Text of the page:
the head with.

Fuck decorum, civility, politeness, the ‘high road’, and whatever shreds of respect for
the American political process you’ve somehow managed to hold on to – the politicians
elected to govern you care nothing for any of those things almost as a rule, and will
freely adopt or discard them at will depending on what is most advantageous at any given
moment. By forcing yourself to abide by a set of rules your opponents do not, you are
allowing them to dictate the terms of the engagement, and starting any fight at a
disadvantage. Be polite and civil, absolutely, when it is beneficial to do so. Be rude,
hostile, and confrontational, when it is beneficial to do so. Disrupt their dinners and
their social functions. Follow them home and demonstrate outside the gates. Make your
attacks deeply personal if necessary. Appall them with your temerity.

The point here, the end goal, is to close off every available option except ‘do what we
demand’, or make the other options so unpalatable that only the most spiteful diehards
will choose them. When only one viable choice is presented, the personal beliefs or
opinions of the leadership become irrelevant. If they want to keep their jobs, they’ll
cave. Do you honestly think every person who voted to pass the Civil Rights Act was a
committed anti-racist, or that every person who voted the 8-hour day into law gave a shit
about poor people, or that every person who ratified the 13th Amendment really thought
black people were human? No, they did it because they felt like they had to, because they
had been left no other option.

If you’re concerned about being ‘divisive’, don’t be, the country was divided already, and
the people complaining about ‘division’ are just sad that they can’t ignore it anymore.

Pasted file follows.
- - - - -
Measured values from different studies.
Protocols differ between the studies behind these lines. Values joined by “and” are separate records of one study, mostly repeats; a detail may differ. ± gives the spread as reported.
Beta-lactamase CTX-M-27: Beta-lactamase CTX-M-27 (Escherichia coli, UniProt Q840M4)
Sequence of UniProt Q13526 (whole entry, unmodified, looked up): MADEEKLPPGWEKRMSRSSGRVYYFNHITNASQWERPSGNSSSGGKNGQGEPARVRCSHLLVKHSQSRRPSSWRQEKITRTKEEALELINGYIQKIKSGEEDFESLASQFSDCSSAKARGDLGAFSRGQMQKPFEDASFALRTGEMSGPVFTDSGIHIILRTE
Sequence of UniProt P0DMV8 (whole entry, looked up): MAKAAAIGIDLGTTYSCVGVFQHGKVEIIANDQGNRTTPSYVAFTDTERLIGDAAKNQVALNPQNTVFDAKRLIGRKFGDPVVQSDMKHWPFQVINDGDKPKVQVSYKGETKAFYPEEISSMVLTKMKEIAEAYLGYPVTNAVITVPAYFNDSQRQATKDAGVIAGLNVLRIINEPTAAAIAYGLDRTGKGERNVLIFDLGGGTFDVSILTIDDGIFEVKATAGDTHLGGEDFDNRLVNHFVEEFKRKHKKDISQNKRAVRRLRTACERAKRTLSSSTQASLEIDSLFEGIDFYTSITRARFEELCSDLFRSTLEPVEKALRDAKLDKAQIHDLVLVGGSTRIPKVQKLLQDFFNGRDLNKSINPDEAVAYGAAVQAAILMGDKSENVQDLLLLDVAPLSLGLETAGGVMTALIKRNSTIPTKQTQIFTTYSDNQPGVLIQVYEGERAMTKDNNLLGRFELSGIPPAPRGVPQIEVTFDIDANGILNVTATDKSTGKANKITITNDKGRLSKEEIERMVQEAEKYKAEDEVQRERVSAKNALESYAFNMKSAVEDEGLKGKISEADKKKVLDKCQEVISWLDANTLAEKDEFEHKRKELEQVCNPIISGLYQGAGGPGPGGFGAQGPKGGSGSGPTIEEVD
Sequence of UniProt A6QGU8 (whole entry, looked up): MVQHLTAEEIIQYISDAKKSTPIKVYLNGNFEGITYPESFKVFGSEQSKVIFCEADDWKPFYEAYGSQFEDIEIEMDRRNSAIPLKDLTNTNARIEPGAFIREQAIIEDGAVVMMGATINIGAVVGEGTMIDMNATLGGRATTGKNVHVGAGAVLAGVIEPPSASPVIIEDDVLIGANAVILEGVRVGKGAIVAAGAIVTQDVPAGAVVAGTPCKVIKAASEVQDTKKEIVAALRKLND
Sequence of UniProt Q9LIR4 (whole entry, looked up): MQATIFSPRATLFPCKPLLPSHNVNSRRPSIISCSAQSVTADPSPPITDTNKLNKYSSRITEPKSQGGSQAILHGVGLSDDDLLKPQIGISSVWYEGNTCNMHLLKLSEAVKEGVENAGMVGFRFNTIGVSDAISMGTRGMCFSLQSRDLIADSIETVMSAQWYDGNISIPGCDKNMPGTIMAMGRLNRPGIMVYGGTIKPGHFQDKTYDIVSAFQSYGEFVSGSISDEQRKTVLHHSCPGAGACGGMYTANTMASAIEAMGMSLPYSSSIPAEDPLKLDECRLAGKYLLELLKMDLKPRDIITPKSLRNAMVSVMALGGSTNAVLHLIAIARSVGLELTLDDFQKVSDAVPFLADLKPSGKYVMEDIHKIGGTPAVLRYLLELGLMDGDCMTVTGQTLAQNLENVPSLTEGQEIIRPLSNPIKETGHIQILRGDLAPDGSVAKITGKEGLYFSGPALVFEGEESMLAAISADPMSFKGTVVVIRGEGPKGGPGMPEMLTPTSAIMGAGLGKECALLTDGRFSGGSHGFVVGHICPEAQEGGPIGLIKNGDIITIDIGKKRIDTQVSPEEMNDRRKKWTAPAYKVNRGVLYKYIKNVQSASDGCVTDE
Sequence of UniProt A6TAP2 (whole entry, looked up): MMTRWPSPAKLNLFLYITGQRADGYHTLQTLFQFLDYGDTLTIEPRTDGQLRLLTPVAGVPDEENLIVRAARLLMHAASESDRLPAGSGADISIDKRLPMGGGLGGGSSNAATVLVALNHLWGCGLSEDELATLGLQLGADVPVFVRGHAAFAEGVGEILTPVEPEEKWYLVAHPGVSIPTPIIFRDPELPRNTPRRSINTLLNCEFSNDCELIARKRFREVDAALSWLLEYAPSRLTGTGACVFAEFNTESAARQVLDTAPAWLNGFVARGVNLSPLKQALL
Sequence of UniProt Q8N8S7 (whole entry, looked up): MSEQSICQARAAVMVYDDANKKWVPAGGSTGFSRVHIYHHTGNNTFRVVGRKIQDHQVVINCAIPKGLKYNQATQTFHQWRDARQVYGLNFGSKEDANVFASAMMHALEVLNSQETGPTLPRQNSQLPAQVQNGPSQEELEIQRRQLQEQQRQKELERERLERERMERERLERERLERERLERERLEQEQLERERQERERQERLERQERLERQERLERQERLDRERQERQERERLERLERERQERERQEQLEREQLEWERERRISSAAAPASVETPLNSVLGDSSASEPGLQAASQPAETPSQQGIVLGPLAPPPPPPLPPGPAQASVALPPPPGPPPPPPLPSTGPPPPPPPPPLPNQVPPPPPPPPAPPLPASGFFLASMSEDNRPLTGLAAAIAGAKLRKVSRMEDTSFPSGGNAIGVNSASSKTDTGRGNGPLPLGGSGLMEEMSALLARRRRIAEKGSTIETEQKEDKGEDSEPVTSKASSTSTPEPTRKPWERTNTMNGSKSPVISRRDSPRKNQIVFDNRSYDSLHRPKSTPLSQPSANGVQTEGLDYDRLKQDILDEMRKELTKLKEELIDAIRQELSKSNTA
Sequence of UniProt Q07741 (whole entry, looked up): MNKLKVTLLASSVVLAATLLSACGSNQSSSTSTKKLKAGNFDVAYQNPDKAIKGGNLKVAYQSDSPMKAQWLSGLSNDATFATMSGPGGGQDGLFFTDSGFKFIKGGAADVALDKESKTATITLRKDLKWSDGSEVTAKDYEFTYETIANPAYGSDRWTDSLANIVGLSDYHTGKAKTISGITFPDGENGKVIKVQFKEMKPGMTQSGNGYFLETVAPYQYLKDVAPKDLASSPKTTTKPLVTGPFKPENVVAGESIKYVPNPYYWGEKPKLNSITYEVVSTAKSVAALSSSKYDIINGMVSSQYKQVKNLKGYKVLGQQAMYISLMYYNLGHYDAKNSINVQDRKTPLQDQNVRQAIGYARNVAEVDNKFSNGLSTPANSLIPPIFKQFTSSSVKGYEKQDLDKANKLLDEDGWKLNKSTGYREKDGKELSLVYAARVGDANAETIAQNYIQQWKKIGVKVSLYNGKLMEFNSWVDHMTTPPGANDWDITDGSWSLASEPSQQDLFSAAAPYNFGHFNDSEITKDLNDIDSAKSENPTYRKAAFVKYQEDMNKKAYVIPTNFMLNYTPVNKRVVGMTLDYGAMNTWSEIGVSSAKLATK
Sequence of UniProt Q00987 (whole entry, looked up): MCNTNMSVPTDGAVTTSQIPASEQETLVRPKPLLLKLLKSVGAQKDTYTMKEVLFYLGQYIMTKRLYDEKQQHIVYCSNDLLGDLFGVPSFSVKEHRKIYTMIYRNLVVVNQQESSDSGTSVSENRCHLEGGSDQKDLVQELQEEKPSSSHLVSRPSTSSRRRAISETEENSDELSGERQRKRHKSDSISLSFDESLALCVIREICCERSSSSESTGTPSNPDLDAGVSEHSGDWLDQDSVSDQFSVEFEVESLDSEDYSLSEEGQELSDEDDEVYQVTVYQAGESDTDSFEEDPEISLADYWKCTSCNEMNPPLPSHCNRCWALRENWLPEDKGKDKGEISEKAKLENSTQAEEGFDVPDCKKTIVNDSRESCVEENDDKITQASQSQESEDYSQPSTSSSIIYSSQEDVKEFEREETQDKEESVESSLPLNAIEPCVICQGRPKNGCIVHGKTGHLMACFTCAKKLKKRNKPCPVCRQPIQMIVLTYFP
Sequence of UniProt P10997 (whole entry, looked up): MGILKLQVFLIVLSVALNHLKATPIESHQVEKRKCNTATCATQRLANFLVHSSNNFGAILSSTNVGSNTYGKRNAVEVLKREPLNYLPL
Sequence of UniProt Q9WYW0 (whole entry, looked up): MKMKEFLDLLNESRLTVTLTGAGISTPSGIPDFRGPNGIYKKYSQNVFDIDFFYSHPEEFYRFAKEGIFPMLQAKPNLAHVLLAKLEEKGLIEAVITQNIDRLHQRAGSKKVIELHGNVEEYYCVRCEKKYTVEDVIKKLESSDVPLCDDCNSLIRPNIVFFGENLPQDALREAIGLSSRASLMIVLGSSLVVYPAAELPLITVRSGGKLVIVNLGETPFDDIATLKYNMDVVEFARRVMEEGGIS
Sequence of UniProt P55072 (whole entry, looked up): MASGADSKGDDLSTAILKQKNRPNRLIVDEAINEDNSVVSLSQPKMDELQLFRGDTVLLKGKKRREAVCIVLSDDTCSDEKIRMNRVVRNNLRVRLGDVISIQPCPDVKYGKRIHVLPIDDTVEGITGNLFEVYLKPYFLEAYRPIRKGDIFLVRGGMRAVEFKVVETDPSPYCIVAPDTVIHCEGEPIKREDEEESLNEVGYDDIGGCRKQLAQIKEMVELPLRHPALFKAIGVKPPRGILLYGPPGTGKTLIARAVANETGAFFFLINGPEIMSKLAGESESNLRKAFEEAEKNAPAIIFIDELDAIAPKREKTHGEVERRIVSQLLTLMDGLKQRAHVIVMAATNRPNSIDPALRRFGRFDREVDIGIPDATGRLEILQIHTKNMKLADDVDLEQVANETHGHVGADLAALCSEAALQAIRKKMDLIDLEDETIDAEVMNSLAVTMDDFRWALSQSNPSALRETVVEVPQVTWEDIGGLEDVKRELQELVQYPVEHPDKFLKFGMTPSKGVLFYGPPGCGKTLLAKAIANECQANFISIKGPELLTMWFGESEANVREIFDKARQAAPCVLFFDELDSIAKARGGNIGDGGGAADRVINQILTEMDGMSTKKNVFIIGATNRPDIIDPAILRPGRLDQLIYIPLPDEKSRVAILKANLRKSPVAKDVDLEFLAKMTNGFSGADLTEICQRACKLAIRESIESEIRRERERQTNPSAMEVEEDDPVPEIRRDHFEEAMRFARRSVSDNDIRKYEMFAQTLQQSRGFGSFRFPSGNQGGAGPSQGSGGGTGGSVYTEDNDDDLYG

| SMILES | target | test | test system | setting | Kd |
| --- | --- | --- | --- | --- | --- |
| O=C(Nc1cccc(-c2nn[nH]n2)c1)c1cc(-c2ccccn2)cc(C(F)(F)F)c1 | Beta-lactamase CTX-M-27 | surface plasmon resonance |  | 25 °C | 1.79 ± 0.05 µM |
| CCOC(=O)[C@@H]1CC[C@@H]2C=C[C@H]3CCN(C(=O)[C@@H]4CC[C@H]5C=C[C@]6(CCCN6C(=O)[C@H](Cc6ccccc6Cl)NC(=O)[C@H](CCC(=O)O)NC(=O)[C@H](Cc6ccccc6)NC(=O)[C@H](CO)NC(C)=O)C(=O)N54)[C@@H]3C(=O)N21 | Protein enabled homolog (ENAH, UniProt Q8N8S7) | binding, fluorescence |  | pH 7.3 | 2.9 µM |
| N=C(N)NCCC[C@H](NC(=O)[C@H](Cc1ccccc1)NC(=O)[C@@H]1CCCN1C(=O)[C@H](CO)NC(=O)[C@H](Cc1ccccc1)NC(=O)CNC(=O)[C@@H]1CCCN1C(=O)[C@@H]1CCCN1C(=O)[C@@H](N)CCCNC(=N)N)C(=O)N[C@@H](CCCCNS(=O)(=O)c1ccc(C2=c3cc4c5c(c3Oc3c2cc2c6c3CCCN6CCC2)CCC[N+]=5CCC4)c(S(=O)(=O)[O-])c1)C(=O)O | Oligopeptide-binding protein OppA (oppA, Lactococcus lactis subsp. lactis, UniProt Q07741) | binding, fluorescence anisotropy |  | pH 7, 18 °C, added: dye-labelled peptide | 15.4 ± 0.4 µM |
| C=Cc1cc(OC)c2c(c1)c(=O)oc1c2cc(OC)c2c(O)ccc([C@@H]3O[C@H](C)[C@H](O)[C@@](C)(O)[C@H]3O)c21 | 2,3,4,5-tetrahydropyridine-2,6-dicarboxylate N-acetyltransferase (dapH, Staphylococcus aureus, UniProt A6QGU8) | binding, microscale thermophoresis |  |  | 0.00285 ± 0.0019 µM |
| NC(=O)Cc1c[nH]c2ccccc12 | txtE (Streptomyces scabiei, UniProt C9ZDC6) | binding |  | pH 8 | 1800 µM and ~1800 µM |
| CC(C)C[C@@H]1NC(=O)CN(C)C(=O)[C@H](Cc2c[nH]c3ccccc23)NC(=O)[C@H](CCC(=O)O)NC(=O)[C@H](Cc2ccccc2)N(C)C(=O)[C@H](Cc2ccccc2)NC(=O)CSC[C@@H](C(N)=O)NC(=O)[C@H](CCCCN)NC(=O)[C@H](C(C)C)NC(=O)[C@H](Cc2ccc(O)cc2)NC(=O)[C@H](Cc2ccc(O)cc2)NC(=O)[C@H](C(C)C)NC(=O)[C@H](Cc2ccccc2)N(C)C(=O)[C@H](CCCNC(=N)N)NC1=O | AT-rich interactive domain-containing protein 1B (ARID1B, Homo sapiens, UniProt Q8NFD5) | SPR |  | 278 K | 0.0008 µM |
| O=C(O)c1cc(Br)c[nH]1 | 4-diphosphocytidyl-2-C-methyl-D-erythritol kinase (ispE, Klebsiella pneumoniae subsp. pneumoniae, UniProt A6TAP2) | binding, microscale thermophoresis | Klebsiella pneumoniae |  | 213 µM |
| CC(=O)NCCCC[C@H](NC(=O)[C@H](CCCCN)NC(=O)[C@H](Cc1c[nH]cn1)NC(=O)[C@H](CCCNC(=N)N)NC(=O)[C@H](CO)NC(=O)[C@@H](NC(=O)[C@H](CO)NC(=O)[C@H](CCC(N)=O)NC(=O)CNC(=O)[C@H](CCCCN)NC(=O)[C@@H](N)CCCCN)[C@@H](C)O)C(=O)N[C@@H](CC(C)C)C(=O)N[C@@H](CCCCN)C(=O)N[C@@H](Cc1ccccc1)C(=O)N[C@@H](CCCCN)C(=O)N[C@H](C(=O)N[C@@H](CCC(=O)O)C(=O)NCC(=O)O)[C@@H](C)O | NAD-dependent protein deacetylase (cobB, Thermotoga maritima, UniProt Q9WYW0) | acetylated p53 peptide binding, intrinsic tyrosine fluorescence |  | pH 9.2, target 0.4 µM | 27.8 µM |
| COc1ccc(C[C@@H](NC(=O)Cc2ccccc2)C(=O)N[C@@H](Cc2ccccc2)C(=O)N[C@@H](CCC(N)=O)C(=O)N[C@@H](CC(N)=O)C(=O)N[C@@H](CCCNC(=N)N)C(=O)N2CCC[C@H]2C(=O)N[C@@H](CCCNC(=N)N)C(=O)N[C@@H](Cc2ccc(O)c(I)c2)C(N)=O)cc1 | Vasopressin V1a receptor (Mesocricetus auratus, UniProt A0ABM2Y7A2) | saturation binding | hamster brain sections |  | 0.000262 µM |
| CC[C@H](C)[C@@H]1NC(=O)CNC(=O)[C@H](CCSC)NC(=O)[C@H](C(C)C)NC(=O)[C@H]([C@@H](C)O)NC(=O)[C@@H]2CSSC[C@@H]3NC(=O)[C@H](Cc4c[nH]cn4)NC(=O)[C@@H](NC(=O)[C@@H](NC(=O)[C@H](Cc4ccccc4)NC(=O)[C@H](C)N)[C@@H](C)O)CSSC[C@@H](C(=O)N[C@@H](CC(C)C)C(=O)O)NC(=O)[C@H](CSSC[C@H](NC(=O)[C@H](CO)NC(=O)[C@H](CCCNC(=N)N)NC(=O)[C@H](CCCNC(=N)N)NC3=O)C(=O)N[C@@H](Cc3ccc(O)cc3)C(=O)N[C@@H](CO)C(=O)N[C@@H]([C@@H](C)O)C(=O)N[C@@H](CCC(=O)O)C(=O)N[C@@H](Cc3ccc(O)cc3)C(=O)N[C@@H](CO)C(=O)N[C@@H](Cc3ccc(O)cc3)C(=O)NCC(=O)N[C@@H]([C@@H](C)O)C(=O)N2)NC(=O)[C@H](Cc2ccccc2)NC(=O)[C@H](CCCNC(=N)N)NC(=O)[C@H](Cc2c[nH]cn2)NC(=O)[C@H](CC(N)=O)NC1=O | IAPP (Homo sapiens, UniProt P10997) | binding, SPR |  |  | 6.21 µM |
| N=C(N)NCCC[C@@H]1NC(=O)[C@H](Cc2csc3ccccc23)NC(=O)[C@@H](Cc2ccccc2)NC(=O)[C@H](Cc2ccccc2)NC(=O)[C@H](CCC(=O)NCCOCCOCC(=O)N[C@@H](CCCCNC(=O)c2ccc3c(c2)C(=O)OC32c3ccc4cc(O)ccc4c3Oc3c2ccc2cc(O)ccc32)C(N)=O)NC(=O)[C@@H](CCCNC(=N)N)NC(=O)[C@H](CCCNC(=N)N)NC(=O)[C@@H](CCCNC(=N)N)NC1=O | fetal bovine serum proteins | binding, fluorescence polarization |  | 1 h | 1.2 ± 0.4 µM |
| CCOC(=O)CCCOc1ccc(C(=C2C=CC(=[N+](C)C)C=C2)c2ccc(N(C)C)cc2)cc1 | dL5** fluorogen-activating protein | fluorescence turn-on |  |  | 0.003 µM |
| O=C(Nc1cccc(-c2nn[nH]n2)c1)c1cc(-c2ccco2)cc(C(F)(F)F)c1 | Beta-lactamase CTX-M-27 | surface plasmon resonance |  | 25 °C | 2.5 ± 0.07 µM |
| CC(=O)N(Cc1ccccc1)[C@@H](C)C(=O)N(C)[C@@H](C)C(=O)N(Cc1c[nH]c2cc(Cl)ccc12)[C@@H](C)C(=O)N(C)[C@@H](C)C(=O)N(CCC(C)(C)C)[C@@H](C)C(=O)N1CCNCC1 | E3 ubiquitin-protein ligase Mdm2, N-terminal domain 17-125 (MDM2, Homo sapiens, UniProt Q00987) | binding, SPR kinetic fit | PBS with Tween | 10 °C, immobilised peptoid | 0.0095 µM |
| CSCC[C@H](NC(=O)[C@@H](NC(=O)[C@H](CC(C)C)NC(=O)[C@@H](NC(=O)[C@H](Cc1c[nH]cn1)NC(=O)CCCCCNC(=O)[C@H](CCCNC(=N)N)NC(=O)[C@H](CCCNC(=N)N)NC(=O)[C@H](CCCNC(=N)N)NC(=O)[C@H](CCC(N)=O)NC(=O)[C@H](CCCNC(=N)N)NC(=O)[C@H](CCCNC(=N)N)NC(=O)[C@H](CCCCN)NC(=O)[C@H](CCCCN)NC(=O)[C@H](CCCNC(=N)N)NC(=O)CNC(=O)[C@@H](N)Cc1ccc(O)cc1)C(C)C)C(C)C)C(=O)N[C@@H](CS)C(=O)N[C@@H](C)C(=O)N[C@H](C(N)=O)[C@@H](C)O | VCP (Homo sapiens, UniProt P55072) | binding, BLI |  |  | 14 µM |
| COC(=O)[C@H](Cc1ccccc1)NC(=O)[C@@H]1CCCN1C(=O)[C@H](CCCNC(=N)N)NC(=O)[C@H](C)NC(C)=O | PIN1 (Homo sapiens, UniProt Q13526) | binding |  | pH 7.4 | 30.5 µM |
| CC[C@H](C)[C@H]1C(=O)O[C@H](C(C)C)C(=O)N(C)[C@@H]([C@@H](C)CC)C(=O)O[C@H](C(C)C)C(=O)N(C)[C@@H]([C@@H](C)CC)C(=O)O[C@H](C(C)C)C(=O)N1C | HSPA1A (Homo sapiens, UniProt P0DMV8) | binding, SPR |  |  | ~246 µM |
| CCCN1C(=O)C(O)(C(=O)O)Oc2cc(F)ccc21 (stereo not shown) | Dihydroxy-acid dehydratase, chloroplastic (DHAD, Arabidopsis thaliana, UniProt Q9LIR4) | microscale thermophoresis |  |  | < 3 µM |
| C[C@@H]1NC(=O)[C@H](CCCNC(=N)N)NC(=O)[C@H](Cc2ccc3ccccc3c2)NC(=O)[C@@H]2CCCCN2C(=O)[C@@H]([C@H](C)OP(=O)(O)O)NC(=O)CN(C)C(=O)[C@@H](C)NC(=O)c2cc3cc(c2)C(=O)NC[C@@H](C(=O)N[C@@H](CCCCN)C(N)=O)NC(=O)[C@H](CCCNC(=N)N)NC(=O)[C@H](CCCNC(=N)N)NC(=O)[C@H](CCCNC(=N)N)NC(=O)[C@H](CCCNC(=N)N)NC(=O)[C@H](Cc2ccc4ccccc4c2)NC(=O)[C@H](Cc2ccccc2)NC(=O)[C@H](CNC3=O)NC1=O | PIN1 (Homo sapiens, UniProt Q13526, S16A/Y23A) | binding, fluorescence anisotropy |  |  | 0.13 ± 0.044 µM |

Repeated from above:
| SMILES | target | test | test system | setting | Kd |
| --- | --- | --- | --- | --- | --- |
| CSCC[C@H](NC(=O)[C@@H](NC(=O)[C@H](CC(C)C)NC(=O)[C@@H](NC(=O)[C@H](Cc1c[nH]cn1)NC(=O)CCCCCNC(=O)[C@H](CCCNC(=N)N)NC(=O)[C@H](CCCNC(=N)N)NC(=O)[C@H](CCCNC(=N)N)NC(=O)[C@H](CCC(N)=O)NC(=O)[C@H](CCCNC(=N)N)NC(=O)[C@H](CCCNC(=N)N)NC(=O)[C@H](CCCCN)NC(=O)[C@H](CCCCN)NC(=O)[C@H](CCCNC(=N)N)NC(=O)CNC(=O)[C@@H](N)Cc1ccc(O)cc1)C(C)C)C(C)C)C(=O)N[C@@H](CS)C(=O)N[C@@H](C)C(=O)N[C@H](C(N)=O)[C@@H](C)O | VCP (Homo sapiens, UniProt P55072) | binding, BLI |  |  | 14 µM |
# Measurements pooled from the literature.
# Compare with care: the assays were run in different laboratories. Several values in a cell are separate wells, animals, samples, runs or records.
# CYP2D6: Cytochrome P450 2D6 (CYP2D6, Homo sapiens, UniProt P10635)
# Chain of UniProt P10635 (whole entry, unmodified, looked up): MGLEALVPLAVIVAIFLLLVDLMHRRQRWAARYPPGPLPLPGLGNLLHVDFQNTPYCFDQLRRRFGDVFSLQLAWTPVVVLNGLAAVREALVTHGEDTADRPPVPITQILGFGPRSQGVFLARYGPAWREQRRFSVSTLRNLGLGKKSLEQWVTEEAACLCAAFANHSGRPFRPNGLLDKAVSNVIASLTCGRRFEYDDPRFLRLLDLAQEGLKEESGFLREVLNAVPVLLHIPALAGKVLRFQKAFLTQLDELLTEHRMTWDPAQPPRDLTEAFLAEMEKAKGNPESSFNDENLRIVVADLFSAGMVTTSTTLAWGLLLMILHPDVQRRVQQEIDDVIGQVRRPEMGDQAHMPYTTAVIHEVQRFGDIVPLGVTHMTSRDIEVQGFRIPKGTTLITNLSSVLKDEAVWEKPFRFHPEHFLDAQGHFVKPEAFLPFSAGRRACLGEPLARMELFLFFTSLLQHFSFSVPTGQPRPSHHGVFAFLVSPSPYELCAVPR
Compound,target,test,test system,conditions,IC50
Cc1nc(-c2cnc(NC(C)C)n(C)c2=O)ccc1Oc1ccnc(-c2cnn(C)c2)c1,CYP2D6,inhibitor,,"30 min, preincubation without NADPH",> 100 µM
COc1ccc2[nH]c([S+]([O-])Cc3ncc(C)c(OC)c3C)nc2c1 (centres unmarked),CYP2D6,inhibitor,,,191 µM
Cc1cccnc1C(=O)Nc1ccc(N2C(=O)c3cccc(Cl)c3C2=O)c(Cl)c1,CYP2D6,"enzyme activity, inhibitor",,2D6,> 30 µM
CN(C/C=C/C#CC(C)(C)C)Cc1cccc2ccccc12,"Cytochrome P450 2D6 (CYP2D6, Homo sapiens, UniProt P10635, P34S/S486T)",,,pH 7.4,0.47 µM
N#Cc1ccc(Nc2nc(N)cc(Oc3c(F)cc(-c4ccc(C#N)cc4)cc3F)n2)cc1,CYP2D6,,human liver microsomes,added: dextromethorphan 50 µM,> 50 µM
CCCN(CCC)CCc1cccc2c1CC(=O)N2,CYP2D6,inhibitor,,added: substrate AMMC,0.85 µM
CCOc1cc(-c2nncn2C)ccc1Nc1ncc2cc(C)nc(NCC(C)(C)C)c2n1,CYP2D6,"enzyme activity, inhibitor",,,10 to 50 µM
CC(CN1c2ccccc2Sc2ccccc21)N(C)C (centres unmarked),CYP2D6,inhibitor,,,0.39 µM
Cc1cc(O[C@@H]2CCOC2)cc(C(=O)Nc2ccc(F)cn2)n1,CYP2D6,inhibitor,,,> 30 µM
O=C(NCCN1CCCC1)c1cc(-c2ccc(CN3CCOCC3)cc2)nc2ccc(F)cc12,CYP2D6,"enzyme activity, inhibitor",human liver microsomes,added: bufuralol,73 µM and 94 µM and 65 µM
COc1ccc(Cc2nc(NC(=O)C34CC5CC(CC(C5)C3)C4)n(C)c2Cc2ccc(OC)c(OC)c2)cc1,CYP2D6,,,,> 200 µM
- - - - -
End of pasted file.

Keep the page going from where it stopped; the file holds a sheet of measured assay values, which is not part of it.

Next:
“If a white man wants to lynch me, that’s his problem. If he’s got the power to lynch me,
that’s my problem. Racism is not a question of attitude; it’s a question of power.” –
Kwame Ture”


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A face horrenda da nova extrema direita: degenerados, blasfemadores e mentirosos contumazes

Anarkismo - Sat, 10/13/2018 - 21:46
O Brasil adentra a campanha de segundo turno com uma evidente ameaça protofascista através do candidato favorito, o deputado federal Jair Bolsonaro (PSL-RJ).
O Brasil adentra a campanha de segundo turno com uma evidente ameaça protofascista através do candidato favorito, o deputado federal Jair Bolsonaro (PSL-RJ). Quando afirmamos o protofascismo, é porque esse quase fascismo se dá no aumento do volume de ataques, agressões e ameaças. Só nos primeiro cinco dias após a vitória do capitão reformado (com sofrível ficha corrida no Exército Brasileiro), foram mais de setenta atos de violência registrados, incluindo o assassinato de Mestre Moa do Katendê, capoeirista angoleiro morto com doze facadas pelas costas. Se isso não serve de alerta e exemplo é porque, realmente, como sociedade, nós estamos anestesiados diante da cruzada “contra a corrupção”, ignorando que pode estar em jogo o conjunto de direitos conquistados na Constituição de 1988.

Ο ρόλος εθνικισμού-πατριωτισμού

Anarkismo - Fri, 10/12/2018 - 10:15
Αν θέλουμε να χτυπήσουμε το δέντρο του αναπτυσσόμενου σύγχρονου φασισμού στις ρίζες του και όχι να μονομαχούμε αέναα με τα κλαδιά του, τότε οφείλουμε να συγκεντρώσουμε τις δυνάμεις μας στην αποδόμηση του εθνικισμού-πατριωτισμού. Με συντονισμένες προπαγανδιστικές κινήσεις, δράσεις και συλλογικές πρωτοβουλίες. Συγκροτώντας έναν αντιεθνικιστικό - αντιπατριωτικό πολιτικό πόλο, με ταξικά, αντιρατσιστικά και αντιπατριαρχικά προτάγματα. Διαμορφώνοντας δηλαδή έναν ελευθεριακό πολιτικό πόλο, που συγχρονίζοντας τις δράσεις και παρεμβάσεις του, θα καταφέρει να συμβάλλει προωθητικά και έγκαιρα, στο χτίσιμο κοινωνικών αναχωμάτων απέναντι στον επελαύνοντα σύγχρονο φασισμό.